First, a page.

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Lymphoma, also known as lymphosarcoma, is one of the most common cancers in cats. It accounts for 90 of all blood cancers in cats, and for about a third of all tumors overall in cats. Lymphoma affects the lymphocytes, a type of white blood cell that plays a critical role in the immune system.
Since the lymphatic system transports lymph fluid throughout the cats system, delivering oxygen and nutrients to the bodys cells, lymphoma can appear almost anywhere and affect different organs. There are three forms of lymphoma: mediastinal lymphoma, which is found in the chest cavity, asthma multicentric lymphoma, which affects lymph nodes throughout the body, and the most commonly seen form, alimentary lymphoma, which affects the gastrointestinal tract. Cats who have been exposed to the feline leukemia virus (FeLV) and the feline immunodeficiency virus (FIV) appear to be at higher risk for lymphoma.
There is mounting evidence that inflammatory bowel disease, if left untreated, can eventually progress to lymphoma.
Symptoms of lymphoma, symptoms are highly variable and can range from weight loss, loss of appetite, and lethargy to nasal discharge, hindlimb weakness arizona and difficulty breathing. How is lymphoma diagnosed?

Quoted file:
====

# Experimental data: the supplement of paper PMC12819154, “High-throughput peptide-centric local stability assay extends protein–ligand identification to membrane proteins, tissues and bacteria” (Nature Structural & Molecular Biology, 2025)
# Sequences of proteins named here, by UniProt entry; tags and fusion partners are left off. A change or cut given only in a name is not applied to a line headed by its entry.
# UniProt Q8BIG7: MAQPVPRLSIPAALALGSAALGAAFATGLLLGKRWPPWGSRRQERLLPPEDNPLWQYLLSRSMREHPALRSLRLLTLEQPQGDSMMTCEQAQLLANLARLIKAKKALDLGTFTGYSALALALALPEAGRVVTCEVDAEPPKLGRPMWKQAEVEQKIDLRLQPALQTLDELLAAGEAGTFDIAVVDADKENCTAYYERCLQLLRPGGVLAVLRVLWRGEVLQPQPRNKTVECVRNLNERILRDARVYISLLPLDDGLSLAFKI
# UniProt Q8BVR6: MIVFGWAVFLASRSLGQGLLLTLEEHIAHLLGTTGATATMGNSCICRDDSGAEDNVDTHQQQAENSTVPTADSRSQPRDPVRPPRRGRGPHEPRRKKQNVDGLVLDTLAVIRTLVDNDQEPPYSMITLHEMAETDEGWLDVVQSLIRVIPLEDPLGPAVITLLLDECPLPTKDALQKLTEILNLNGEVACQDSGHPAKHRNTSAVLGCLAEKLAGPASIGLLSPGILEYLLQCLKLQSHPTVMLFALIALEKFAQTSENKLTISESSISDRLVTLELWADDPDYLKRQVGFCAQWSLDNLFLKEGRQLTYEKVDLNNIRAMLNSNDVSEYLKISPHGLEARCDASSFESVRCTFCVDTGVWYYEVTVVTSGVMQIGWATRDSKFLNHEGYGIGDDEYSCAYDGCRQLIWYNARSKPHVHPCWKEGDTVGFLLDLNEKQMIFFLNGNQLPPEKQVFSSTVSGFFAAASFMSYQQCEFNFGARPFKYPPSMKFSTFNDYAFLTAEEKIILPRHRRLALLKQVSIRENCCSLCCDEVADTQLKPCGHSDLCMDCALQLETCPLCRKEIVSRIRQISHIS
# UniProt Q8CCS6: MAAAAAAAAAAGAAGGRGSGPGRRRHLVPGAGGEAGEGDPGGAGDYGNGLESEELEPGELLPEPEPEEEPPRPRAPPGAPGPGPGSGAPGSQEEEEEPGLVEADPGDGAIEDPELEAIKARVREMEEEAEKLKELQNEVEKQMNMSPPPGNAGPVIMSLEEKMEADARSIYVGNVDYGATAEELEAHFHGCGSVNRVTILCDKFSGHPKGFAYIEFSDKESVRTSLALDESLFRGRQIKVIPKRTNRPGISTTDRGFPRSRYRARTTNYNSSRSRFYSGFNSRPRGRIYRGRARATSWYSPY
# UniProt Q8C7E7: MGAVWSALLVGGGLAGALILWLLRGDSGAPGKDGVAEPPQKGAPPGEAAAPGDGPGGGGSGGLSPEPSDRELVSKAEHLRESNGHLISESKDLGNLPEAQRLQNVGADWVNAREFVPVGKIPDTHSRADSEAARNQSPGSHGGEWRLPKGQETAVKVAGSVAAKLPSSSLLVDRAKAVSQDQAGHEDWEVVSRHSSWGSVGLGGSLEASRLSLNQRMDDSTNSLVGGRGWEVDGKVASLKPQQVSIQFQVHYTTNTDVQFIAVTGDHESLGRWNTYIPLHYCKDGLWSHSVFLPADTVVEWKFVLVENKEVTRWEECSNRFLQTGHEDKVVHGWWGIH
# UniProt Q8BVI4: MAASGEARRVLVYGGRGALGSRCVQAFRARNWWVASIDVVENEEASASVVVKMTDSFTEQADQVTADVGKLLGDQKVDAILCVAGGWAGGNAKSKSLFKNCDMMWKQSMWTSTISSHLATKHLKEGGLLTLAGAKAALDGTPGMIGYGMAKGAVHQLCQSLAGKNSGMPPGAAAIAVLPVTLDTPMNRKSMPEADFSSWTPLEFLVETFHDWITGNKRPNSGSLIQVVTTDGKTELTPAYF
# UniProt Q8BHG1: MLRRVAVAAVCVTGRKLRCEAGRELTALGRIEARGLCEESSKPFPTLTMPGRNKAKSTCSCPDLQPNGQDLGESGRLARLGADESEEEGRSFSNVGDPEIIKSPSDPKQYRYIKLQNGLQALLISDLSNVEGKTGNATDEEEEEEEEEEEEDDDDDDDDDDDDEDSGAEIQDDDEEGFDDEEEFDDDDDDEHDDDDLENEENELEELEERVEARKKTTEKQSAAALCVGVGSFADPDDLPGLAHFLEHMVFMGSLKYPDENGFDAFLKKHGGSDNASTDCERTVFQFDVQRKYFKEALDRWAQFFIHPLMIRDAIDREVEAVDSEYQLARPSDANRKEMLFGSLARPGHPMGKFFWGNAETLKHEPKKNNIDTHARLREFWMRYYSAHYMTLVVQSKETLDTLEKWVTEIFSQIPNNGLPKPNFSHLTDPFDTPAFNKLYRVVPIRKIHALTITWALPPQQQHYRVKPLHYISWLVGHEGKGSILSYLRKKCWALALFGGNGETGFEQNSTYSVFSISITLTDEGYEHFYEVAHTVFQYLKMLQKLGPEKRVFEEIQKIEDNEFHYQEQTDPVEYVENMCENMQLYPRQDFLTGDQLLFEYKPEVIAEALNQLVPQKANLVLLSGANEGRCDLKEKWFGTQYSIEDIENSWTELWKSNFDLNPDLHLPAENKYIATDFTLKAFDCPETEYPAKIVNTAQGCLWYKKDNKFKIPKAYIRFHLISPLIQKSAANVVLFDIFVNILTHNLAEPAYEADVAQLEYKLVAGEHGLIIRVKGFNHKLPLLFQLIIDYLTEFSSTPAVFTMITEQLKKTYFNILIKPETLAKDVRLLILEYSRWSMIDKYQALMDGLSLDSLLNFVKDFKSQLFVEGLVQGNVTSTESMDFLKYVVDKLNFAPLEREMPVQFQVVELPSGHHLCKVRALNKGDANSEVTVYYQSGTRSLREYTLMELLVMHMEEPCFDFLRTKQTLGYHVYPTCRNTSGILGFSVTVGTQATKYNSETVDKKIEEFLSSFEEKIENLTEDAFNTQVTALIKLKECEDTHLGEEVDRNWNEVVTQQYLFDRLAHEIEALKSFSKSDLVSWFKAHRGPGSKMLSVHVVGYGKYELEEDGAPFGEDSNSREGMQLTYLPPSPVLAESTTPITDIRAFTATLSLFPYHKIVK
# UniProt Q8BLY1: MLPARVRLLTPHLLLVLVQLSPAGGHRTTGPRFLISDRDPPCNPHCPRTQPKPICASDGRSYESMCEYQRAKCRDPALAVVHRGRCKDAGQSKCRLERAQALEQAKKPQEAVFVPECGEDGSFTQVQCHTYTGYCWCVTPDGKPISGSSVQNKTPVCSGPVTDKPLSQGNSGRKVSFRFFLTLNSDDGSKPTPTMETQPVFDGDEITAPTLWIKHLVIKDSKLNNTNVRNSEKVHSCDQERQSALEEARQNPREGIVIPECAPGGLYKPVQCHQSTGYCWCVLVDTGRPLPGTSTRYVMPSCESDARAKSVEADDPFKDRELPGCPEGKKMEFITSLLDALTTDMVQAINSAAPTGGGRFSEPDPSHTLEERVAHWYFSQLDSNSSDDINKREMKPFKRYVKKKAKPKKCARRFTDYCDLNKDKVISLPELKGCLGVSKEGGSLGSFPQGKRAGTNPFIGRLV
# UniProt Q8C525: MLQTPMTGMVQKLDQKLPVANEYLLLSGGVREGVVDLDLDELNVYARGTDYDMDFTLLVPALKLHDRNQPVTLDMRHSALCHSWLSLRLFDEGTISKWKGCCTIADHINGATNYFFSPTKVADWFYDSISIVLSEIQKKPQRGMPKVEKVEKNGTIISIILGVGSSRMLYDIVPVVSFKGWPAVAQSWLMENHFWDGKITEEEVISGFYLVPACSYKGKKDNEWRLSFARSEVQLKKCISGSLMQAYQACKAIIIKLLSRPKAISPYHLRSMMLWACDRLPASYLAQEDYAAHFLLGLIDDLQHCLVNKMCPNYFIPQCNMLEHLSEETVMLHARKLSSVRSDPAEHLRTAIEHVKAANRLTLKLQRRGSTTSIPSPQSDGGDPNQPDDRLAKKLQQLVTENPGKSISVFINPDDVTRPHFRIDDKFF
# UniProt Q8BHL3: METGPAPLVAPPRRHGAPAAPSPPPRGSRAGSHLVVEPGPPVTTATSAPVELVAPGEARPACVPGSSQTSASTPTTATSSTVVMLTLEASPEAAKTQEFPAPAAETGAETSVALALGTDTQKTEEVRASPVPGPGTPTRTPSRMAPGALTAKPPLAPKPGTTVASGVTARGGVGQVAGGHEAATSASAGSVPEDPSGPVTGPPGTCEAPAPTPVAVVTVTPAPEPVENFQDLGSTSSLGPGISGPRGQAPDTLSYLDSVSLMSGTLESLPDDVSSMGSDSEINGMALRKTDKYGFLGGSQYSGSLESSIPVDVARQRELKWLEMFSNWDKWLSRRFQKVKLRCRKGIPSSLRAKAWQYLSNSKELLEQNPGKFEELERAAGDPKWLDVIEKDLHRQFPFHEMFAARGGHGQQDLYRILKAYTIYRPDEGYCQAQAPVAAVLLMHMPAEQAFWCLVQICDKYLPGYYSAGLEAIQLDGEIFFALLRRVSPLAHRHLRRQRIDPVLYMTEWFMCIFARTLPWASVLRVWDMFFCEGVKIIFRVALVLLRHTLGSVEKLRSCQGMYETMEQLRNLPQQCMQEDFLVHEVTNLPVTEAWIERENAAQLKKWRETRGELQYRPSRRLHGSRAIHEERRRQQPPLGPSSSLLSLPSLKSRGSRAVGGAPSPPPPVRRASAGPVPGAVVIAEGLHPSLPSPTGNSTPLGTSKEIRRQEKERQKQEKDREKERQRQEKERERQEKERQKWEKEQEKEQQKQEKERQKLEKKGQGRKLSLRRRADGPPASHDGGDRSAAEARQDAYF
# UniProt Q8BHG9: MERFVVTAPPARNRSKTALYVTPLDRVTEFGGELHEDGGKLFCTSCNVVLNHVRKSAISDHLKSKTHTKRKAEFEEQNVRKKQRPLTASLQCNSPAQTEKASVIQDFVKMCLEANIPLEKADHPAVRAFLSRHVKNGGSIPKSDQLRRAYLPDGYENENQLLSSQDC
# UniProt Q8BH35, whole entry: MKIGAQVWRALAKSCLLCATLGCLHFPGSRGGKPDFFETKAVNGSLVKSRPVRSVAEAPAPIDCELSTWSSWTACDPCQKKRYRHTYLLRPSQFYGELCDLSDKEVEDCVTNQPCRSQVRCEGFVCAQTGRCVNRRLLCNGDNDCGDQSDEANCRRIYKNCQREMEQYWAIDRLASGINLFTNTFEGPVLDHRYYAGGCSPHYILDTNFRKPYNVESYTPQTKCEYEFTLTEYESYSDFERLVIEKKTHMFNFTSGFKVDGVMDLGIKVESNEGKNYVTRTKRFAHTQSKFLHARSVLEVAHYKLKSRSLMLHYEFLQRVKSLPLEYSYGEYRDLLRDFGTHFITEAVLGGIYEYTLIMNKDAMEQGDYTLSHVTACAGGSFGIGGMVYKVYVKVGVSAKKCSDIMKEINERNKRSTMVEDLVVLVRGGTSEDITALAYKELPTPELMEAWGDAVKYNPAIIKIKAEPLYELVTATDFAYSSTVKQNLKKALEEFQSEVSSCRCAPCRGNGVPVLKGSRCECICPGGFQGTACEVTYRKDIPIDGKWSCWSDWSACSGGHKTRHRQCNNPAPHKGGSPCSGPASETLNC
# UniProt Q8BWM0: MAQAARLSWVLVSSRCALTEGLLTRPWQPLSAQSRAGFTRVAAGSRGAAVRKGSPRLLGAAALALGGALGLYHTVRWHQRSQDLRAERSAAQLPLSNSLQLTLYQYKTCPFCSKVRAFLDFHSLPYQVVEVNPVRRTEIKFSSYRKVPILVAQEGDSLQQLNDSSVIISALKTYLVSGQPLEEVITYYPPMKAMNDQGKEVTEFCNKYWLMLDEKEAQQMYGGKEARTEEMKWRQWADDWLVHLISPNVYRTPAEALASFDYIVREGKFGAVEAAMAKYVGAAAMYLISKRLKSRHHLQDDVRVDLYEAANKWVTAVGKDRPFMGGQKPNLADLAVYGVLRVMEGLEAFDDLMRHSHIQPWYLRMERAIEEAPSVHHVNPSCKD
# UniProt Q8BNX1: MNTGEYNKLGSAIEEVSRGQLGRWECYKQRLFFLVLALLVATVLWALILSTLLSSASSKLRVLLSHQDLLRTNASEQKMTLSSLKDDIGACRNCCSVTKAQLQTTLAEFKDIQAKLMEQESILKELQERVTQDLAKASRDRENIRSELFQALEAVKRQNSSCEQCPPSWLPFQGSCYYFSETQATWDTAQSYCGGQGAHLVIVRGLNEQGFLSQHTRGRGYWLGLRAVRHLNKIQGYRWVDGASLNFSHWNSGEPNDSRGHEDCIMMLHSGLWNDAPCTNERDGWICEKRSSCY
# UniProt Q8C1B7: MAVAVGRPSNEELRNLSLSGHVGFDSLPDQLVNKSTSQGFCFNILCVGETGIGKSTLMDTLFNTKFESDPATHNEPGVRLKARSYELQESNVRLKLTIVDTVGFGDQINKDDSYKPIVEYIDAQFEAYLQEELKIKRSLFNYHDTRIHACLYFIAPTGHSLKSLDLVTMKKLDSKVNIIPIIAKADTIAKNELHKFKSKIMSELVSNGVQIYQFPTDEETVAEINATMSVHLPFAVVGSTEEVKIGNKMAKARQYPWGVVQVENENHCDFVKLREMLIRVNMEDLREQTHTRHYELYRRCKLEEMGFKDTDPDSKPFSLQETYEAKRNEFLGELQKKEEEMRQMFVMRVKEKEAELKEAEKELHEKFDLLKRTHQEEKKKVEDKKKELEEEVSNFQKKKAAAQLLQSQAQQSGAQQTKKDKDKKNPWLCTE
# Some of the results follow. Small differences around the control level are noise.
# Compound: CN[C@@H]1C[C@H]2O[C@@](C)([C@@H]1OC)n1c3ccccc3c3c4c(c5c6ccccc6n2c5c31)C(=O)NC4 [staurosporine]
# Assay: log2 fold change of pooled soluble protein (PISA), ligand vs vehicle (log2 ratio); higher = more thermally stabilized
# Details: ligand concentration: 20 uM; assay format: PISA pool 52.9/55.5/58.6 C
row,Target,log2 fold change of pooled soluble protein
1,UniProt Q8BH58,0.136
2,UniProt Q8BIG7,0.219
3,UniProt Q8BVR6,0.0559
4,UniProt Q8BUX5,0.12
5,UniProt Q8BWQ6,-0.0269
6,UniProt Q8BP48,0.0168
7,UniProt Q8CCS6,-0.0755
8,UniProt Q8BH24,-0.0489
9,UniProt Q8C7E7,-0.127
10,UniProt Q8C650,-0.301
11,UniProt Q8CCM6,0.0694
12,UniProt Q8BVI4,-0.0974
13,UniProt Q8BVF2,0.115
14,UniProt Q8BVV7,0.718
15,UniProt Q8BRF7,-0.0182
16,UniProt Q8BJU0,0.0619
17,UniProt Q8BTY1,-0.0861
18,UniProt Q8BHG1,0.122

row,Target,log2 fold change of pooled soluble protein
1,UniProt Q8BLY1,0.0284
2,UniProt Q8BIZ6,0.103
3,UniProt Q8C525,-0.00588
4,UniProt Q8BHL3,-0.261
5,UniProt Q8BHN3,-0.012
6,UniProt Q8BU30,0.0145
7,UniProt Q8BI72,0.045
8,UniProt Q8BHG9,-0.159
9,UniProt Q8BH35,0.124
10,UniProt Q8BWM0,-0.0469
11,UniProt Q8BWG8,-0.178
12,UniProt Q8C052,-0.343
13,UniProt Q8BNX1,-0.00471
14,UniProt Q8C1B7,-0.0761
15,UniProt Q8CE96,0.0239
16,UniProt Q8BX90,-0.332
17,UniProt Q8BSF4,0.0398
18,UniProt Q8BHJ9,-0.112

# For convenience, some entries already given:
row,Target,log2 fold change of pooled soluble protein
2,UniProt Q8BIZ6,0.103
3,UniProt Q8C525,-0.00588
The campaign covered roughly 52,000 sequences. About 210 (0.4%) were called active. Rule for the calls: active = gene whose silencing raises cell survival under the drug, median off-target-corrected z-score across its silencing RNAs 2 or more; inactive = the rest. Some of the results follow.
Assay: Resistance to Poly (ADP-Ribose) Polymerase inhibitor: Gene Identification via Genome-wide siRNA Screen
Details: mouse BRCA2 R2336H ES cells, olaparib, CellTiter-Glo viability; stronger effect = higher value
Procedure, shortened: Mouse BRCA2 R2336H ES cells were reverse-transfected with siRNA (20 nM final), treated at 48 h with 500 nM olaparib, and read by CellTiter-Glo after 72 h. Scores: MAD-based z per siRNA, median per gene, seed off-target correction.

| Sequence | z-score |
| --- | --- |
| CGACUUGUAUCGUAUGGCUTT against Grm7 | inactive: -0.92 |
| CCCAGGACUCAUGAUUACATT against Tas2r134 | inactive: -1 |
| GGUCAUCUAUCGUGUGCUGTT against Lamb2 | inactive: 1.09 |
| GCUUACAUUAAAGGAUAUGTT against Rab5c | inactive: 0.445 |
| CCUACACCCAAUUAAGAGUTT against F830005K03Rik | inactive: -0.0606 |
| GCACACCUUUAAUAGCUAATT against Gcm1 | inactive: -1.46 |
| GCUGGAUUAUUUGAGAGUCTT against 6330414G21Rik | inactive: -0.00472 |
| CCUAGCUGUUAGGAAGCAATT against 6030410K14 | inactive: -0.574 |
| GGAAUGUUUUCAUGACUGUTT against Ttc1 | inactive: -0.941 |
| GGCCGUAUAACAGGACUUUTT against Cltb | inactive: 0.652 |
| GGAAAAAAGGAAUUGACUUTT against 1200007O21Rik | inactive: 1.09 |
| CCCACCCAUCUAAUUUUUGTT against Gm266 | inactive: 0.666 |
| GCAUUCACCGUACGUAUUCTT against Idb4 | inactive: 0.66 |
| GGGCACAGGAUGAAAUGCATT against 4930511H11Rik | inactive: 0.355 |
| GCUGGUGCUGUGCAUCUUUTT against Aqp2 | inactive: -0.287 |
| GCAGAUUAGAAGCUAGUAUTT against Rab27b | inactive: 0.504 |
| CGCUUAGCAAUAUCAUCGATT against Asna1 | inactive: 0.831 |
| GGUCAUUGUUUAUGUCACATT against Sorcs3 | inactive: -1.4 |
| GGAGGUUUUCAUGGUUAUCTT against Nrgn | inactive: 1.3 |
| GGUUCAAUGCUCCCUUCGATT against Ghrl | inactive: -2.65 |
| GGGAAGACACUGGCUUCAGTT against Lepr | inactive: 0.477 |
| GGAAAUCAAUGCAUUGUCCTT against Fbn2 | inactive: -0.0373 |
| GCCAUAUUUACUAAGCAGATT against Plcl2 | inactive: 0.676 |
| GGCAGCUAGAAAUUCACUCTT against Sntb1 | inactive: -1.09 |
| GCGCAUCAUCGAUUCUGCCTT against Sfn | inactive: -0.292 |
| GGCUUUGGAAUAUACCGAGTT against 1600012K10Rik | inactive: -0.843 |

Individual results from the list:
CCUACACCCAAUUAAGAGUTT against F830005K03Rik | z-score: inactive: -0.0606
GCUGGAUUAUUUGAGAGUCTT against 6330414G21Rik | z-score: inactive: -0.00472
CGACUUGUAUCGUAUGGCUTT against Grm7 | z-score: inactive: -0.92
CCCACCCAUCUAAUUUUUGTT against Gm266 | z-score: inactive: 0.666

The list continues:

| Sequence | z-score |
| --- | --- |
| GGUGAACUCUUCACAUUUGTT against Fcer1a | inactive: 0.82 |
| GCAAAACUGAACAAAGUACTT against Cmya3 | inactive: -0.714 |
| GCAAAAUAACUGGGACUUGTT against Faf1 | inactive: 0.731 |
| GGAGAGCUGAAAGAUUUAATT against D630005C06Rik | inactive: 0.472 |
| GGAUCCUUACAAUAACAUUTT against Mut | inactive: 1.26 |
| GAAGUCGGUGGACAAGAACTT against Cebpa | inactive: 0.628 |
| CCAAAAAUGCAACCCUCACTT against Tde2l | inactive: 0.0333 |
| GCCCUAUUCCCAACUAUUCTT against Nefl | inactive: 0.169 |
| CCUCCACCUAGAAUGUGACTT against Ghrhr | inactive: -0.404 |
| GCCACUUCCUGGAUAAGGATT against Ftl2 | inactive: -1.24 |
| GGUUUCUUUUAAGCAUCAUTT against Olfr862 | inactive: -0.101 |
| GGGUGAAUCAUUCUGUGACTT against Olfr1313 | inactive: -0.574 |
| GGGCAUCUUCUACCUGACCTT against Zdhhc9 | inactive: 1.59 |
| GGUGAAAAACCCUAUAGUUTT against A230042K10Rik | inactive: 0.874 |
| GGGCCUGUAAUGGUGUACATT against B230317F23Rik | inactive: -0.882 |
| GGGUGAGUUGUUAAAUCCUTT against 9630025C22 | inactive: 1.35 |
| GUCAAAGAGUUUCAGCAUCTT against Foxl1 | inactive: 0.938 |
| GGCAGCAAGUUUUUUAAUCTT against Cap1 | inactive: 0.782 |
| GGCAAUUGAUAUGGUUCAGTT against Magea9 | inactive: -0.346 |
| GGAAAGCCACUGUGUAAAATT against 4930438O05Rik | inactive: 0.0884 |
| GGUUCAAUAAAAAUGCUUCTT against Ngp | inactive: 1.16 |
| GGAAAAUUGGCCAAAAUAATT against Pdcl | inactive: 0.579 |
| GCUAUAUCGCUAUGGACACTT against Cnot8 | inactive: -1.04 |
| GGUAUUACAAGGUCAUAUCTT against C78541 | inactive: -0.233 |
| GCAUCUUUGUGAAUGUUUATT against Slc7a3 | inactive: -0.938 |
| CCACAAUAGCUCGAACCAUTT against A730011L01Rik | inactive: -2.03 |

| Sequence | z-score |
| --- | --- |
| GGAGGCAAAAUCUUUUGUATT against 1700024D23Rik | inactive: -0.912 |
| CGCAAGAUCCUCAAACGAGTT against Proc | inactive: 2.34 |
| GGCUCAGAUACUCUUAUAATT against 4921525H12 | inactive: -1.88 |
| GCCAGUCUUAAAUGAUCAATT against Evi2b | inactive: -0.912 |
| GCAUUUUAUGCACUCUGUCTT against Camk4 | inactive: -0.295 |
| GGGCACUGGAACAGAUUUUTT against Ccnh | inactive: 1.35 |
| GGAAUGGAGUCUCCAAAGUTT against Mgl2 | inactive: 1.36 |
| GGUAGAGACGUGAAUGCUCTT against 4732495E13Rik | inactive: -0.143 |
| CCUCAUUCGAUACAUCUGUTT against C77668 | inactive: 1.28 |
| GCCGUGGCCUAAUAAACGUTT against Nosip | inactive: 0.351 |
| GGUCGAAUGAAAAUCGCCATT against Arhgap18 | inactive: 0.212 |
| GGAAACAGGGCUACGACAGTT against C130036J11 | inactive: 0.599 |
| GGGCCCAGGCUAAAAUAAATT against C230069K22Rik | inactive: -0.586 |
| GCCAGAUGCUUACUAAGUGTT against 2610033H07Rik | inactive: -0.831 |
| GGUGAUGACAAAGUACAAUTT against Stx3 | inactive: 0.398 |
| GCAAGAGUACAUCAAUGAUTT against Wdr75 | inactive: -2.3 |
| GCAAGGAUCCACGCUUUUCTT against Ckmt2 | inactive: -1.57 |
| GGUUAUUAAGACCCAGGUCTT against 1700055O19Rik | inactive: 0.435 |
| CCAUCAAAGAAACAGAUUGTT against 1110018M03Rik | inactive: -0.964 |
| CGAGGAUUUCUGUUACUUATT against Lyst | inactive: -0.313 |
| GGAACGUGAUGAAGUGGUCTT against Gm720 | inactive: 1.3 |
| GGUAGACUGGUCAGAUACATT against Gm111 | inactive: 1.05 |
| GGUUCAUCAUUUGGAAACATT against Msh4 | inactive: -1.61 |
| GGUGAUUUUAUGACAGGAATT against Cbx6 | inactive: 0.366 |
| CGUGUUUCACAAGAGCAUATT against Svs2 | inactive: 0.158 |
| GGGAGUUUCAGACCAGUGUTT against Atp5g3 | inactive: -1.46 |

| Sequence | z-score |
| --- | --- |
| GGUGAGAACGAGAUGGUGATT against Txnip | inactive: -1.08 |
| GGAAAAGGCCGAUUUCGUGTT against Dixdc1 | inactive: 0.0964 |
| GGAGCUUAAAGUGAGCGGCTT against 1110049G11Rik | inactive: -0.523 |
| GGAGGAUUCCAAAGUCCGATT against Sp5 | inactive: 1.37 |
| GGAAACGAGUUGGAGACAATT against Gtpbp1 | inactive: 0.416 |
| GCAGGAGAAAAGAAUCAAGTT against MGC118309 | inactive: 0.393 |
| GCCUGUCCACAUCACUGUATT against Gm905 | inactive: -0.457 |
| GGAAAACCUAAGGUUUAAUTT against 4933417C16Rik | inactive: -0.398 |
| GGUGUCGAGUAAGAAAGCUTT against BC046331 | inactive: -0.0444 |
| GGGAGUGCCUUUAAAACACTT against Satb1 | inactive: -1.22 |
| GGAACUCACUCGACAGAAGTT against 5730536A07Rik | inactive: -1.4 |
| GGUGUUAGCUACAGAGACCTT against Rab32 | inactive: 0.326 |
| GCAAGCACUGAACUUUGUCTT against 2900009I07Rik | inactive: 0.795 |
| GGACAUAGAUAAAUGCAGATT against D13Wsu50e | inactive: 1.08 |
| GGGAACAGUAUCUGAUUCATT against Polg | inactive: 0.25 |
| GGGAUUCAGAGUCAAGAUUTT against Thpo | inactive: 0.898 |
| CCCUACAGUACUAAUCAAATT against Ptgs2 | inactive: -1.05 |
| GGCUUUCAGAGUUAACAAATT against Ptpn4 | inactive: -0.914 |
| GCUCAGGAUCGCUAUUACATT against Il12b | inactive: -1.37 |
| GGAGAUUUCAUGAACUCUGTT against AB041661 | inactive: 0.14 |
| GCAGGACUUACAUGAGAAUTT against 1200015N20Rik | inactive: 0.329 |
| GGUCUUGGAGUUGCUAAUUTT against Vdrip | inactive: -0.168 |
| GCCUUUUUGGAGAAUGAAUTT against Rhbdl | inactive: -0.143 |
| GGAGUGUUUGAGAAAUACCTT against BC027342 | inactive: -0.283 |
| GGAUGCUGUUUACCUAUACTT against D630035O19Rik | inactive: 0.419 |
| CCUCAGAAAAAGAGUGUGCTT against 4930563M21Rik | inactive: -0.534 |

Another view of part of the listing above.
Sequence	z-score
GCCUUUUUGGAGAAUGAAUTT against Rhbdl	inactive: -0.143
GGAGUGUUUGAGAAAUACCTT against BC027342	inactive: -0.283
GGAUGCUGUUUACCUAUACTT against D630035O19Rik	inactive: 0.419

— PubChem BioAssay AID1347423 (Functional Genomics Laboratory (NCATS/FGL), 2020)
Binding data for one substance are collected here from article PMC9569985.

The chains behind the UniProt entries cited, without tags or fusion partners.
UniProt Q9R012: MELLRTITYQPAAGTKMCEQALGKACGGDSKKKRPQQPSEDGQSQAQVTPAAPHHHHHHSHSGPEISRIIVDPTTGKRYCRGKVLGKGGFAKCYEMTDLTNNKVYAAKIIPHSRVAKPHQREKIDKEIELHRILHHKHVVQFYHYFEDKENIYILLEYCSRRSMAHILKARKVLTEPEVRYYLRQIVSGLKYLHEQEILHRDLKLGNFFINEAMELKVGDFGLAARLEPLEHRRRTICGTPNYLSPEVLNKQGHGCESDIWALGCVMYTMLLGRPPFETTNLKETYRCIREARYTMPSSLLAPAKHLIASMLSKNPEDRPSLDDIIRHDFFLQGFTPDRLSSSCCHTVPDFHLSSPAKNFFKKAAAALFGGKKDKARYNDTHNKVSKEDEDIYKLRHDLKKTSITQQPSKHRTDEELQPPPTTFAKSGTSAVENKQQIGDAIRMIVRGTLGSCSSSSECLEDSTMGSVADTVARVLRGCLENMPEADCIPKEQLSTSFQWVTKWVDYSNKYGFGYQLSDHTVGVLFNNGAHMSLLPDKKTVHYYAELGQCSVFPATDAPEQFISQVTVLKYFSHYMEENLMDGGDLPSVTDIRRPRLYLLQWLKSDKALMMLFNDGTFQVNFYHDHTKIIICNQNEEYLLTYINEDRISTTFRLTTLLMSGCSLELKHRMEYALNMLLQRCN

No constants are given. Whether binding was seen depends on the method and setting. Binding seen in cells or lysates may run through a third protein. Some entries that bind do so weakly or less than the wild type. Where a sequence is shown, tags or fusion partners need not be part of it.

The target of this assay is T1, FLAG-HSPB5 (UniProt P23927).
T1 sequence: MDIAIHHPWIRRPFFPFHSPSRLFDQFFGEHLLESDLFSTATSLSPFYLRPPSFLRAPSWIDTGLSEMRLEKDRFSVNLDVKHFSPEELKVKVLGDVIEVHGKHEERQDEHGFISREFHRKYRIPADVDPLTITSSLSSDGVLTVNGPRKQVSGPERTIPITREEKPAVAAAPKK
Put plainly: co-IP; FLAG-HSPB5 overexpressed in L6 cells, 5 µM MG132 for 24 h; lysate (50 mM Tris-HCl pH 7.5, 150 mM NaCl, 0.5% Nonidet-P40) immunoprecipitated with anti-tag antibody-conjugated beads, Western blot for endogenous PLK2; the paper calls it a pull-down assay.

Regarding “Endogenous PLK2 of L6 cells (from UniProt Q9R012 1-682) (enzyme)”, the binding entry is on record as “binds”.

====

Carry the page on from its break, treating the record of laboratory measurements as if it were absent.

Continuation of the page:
Your veterinarian will take a complete health history of your cat and perform a thorough physical examination. Routine laboratory testing will include a complete blood chemistry, blood count, and urinalysis. Your veterinarian will also take X-rays and/or perform an ultrasound to detect any tumors in various parts of the body.
Depending on the location of the tumors, biopsies, including a bone marrow biopsy, may be taken. Even if your cat has previously tested negative for FeLV and FIV, a repeat test may be performed. How is lymphoma treated?
Treatment usually consists of chemotherapy with a combination of various drugs, given over a period of several weeks and even months.
Unlike human medicine, where the goal of chemotherapy is to achieve a cure, in cats, chemotherapy is aimed at controlling the disease and achieving a period of remission with good quality of life. Most cats tolerate chemotherapy well.